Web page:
Until then, I’m triple-checking the facts of my slides…

  12. Following the presidential debates on Wed, the Boston Globe published “Fact Check” to delve into the accuracy of statements made in the debate. The analysis of a seemingly simple statement was quite complex. Is this what we need for conferences? (And in the classroom, where I cite Pew data all the time?)

  13. I was present to watch Susannah stand up last week and have enjoyed the discussion she sparked here. I definitely see a trend in business in general, and Silicon Valley in particular, towards bending the truth as far as possible if it serves commercial goals. I’m all for vigorously advocating for a company’s product, and being creative in presenting the truth with the best face, but I believe that rock solid integrity may become a business requirement for companies engaged in our burgeoning social media / mHealth / health IT industry. I think the reason that there is so little integrity at large is that commercial efforts focus on short term returns — a quick acquisition, this year’s bonus, flipping your options, etc.

    However, our industry faces a real problem of the commons. While companies provide legal KYA disclaimers that we aren’t providing medical advice, the reality is we’re all trying to help improve behavior, decision making, and health outcomes — otherwise we’re just wasting everyone’s time and money. If we are not honest about the value of what we do, then we will become guilty of scorching the earth for everyone else when people discover they were cheated or misled.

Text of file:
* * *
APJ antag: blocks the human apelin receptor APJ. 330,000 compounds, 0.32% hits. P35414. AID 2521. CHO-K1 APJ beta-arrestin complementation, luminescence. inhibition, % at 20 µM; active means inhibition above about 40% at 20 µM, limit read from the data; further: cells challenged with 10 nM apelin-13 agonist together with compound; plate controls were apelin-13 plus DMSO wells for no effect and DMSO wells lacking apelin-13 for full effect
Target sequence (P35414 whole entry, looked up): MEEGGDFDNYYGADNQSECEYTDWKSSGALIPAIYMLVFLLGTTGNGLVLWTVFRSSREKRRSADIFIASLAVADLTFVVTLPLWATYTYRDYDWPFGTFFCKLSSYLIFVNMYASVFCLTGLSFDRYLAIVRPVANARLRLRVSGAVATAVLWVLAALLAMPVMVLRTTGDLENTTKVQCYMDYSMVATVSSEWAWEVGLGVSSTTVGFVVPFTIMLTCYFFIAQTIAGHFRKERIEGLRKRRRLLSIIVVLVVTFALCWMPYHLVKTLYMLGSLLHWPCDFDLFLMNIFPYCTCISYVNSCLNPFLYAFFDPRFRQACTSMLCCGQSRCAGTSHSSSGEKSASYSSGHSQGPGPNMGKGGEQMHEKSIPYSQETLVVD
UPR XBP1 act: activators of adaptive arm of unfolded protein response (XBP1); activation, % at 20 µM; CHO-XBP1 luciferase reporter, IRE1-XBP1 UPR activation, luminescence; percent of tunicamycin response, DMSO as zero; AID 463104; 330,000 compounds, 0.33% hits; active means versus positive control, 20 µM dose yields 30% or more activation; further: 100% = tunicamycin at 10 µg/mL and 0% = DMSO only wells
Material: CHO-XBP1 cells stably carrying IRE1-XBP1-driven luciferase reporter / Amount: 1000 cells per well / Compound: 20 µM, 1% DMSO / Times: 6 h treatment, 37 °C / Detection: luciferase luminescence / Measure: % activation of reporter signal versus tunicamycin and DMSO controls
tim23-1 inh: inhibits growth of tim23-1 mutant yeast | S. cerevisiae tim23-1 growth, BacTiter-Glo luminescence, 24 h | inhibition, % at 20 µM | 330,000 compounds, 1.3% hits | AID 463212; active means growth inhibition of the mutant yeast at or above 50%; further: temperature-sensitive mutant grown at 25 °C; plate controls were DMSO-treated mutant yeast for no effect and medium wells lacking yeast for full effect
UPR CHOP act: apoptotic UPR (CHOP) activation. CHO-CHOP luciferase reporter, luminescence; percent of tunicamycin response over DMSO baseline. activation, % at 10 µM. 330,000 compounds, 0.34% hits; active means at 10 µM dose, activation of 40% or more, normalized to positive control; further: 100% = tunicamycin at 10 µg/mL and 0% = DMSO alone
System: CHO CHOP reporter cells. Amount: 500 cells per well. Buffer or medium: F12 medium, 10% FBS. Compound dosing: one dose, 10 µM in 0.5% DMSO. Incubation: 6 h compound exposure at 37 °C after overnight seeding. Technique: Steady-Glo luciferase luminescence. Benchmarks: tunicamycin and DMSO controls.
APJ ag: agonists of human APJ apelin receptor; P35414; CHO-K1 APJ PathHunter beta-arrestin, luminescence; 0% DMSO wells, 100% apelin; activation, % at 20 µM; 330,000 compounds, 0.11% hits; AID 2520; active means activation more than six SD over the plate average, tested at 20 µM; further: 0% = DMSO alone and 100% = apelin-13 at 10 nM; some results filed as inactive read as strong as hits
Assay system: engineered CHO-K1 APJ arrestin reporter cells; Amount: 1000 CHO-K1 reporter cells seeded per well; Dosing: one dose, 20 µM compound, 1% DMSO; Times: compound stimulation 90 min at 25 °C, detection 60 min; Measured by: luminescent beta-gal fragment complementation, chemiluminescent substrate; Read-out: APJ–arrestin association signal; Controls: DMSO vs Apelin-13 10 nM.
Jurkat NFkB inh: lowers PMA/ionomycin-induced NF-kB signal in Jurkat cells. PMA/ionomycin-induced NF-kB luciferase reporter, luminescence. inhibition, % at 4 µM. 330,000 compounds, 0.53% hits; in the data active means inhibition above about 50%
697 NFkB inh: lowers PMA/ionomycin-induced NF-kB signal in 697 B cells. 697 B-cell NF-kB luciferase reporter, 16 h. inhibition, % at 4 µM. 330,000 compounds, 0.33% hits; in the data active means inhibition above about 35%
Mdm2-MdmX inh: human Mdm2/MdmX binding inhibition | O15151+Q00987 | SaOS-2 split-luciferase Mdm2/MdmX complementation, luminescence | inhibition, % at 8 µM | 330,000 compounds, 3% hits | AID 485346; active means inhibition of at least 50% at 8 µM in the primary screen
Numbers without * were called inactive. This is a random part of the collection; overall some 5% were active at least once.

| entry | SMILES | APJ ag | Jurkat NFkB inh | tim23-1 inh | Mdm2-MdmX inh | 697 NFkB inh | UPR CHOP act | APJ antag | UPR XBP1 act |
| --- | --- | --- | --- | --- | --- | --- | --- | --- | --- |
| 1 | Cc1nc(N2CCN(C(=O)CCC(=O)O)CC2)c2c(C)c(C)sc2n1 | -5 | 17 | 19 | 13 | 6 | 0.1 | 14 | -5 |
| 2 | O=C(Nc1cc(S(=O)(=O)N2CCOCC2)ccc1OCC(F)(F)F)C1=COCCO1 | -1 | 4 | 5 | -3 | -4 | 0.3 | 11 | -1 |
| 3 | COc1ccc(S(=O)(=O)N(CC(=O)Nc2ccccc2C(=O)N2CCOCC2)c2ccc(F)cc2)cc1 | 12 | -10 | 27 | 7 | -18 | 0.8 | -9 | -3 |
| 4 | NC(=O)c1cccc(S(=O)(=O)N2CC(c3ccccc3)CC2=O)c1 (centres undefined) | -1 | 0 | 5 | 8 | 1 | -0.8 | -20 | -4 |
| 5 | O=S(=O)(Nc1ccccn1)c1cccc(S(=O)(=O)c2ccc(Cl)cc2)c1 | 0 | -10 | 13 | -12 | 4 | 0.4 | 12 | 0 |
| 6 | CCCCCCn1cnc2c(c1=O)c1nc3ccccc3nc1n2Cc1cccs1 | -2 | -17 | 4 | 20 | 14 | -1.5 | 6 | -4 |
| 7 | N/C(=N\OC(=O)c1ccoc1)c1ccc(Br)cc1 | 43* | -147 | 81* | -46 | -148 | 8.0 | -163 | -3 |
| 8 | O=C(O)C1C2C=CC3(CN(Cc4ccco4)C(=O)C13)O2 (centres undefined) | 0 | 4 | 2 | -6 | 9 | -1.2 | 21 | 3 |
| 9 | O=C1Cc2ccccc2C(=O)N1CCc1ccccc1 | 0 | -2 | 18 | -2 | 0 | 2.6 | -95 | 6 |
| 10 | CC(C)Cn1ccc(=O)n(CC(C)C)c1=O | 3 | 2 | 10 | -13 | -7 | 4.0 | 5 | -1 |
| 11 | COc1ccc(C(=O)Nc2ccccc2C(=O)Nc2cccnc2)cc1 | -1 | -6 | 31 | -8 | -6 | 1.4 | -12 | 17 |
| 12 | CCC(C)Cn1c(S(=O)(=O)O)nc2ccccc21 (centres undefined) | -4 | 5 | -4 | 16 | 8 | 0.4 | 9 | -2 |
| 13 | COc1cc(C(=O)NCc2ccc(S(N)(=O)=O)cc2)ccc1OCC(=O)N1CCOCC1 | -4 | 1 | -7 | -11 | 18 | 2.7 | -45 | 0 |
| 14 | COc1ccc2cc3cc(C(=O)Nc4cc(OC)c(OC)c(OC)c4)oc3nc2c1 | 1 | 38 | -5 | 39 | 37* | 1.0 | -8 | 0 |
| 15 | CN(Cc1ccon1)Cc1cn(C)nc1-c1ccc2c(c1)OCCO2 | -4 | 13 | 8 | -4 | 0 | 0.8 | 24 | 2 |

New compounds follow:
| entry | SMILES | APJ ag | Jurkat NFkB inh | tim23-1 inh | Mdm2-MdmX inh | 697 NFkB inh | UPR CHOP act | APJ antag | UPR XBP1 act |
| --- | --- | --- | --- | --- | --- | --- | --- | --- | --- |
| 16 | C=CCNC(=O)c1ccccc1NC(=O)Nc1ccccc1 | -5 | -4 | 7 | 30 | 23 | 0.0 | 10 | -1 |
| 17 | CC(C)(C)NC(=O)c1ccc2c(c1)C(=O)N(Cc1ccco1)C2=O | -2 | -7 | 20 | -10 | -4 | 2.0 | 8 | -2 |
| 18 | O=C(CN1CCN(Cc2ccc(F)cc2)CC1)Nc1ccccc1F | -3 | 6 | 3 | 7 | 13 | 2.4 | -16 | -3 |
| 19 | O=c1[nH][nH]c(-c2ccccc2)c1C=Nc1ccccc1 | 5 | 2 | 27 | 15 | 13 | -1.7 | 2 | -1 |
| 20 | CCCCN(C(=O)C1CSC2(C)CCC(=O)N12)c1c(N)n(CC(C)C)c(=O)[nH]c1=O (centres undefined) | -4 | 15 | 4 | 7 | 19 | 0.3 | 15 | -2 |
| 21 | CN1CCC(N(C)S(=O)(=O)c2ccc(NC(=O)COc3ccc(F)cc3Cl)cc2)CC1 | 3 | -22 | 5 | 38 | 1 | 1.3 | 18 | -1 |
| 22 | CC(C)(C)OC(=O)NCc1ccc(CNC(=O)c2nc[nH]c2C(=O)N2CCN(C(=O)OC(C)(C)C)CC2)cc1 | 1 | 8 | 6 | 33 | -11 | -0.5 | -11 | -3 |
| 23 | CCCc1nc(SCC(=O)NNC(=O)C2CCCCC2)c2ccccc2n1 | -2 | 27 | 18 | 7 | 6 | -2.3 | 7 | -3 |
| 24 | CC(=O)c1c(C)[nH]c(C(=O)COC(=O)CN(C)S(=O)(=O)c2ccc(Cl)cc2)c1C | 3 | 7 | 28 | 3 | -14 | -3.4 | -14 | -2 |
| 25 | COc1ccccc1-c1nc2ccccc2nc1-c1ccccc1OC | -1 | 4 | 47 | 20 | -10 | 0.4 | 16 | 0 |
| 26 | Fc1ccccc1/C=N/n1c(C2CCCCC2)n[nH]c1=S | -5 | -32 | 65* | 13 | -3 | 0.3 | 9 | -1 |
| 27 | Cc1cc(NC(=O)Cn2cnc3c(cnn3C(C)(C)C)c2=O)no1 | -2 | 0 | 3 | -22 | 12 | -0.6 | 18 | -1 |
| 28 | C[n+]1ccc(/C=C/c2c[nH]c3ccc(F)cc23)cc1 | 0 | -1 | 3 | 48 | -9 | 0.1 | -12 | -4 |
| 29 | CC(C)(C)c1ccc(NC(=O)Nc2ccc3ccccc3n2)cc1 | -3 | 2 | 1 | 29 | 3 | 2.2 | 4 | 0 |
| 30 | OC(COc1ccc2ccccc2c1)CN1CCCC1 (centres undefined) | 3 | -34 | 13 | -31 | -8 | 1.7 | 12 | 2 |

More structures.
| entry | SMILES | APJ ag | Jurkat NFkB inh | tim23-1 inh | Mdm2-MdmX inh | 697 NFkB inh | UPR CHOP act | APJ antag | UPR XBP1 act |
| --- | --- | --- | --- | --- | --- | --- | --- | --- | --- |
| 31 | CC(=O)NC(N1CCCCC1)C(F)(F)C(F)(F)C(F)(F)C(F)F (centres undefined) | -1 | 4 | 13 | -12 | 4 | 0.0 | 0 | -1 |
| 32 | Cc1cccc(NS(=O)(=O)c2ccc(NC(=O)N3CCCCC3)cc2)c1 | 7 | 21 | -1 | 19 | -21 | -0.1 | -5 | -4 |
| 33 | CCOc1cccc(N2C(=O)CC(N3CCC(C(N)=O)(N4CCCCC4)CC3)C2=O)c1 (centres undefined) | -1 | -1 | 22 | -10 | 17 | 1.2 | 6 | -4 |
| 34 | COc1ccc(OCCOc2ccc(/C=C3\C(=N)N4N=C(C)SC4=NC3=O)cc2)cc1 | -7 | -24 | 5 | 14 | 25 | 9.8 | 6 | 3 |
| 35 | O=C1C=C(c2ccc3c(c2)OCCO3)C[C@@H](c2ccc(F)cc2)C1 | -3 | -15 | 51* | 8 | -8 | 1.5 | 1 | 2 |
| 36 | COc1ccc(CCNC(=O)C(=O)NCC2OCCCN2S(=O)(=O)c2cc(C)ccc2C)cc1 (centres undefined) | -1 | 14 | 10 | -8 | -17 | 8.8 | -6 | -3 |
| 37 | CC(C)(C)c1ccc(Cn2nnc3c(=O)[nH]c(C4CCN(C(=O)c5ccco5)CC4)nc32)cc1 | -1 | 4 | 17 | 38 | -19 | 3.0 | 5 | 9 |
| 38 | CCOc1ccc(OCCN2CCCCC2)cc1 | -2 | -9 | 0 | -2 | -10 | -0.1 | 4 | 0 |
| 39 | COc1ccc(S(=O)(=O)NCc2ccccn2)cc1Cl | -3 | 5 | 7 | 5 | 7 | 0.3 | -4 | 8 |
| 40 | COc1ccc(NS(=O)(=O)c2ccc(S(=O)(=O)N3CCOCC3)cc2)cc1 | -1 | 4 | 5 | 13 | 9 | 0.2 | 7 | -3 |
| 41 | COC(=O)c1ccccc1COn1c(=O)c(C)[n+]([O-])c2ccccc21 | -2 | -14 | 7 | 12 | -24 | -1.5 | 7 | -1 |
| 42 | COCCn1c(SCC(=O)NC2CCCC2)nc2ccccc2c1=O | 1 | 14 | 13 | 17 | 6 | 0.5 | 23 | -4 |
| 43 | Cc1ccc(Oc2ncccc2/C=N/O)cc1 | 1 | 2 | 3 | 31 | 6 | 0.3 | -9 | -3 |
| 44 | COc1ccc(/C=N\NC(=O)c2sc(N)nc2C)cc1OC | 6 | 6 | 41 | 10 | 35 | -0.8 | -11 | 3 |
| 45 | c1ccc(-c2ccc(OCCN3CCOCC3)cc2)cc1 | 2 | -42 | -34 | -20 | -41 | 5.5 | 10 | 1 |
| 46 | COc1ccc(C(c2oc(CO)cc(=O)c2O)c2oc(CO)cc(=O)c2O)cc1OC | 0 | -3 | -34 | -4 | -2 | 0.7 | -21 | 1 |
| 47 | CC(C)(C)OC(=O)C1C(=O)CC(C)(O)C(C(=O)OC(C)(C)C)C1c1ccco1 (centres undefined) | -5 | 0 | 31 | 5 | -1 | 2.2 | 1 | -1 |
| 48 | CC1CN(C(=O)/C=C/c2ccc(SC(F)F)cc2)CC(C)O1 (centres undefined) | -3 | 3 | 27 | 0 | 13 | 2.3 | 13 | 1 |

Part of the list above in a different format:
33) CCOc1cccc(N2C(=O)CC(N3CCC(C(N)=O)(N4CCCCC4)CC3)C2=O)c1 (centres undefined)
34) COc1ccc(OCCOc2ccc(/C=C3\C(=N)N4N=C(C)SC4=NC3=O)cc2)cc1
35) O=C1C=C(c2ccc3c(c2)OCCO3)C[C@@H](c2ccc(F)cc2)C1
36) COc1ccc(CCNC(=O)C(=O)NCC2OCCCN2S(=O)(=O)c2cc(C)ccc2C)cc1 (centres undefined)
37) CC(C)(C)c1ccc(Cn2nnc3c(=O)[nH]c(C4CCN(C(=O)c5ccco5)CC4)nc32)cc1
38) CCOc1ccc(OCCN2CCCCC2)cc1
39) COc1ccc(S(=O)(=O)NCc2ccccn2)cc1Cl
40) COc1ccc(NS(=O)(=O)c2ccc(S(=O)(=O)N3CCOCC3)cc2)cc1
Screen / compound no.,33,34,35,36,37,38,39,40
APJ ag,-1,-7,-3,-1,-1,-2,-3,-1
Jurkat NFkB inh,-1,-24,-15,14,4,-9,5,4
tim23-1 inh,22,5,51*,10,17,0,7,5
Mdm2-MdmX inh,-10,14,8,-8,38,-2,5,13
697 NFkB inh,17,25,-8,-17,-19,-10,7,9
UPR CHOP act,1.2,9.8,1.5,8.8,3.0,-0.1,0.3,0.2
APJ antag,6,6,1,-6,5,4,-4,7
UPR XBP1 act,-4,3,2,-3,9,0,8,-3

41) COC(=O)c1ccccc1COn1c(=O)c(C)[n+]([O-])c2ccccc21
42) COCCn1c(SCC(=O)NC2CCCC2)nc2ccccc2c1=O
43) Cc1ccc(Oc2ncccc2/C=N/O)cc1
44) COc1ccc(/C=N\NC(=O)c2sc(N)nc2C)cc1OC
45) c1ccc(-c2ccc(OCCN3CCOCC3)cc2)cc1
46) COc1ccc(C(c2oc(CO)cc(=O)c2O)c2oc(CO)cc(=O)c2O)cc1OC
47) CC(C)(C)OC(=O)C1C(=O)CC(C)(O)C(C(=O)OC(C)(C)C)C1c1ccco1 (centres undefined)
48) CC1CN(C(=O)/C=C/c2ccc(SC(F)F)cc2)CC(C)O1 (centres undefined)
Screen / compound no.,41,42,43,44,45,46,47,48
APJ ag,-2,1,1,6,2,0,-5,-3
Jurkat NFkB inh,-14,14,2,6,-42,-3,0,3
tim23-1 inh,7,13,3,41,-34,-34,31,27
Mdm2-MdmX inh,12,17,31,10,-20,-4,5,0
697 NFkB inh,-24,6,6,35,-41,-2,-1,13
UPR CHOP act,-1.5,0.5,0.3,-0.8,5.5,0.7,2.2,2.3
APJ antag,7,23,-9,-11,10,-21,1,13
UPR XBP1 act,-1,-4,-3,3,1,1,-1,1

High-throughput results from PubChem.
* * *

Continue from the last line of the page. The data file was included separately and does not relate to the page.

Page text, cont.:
While this particular case was relatively mild and trying to amp up the insufficiency of the status quo vs. claiming false outcomes, blatant dishonesty and strong-arming has a fine tradition in business. Early in my career a Fortune 500 company announced our product feature set as being available in their product line nearly two years ahead of us when we could prove it was impossible for them to do it at all (they never did get there, but I had to argue with customers about it for 3 years). They timed this to kill our venture capital fundraising effort after a customer leaked our sales materials to them as part of a systematic strategy to crush competition.

    My first board meeting was the morning after the press release – which is a fun story for another day. A few years later I was shocked when a senior VP at a fortune 500 chided me us for being “too honest” in forecasting the release date and feature set for our product — they had internally added 1 year to the date and discounted the performance targets we gave them because this competitor systematically lied about those things. We had to pay a heavy tax for years before we earned the trust of the market, turned those tactics against our competitor, and made integrity a fundamental business asset.